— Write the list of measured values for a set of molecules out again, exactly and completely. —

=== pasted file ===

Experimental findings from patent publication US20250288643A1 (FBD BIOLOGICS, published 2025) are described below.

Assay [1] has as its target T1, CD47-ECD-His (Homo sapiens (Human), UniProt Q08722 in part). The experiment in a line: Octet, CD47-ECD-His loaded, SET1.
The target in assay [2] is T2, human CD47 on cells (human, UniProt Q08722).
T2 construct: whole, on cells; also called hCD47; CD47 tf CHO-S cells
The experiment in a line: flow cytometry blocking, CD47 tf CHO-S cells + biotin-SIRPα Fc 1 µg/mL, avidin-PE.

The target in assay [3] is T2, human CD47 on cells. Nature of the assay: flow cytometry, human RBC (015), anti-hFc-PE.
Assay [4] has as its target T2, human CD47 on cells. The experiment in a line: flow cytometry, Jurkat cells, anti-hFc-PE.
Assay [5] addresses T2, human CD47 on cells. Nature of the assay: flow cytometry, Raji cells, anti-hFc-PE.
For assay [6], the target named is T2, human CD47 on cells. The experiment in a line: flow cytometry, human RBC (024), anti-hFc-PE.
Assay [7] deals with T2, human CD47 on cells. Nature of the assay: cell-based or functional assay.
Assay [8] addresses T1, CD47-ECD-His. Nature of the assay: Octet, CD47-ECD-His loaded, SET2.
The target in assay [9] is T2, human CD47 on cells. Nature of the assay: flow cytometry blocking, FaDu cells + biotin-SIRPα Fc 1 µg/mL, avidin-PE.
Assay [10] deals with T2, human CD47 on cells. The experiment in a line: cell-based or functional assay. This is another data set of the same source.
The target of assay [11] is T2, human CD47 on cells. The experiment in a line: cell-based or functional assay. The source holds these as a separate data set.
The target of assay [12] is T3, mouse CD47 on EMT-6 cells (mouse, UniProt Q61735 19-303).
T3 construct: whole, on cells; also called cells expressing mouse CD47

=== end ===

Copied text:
Experimental findings from patent publication US20250288643A1 (FBD BIOLOGICS, published 2025) are described below.

Assay [1] has as its target T1, CD47-ECD-His (Homo sapiens (Human), UniProt Q08722 in part). The experiment in a line: Octet, CD47-ECD-His loaded, SET1.
The target in assay [2] is T2, human CD47 on cells (human, UniProt Q08722).
T2 construct: whole, on cells; also called hCD47; CD47 tf CHO-S cells
The experiment in a line: flow cytometry blocking, CD47 tf CHO-S cells + biotin-SIRPα Fc 1 µg/mL, avidin-PE.

The target in assay [3] is T2, human CD47 on cells. Nature of the assay: flow cytometry, human RBC (015), anti-hFc-PE.
Assay [4] has as its target T2, human CD47 on cells. The experiment in a line: flow cytometry, Jurkat cells, anti-hFc-PE.
Assay [5] addresses T2, human CD47 on cells. Nature of the assay: flow cytometry, Raji cells, anti-hFc-PE.
For assay [6], the target named is T2, human CD47 on cells. The experiment in a line: flow cytometry, human RBC (024), anti-hFc-PE.
Assay [7] deals with T2, human CD47 on cells. Nature of the assay: cell-based or functional assay.
Assay [8] addresses T1, CD47-ECD-His. Nature of the assay: Octet, CD47-ECD-His loaded, SET2.
The target in assay [9] is T2, human CD47 on cells. Nature of the assay: flow cytometry blocking, FaDu cells + biotin-SIRPα Fc 1 µg/mL, avidin-PE.
Assay [10] deals with T2, human CD47 on cells. The experiment in a line: cell-based or functional assay. This is another data set of the same source.
The target of assay [11] is T2, human CD47 on cells. The experiment in a line: cell-based or functional assay. The source holds these as a separate data set.
The target of assay [12] is T3, mouse CD47 on EMT-6 cells (mouse, UniProt Q61735 19-303).
T3 construct: whole, on cells; also called cells expressing mouse CD47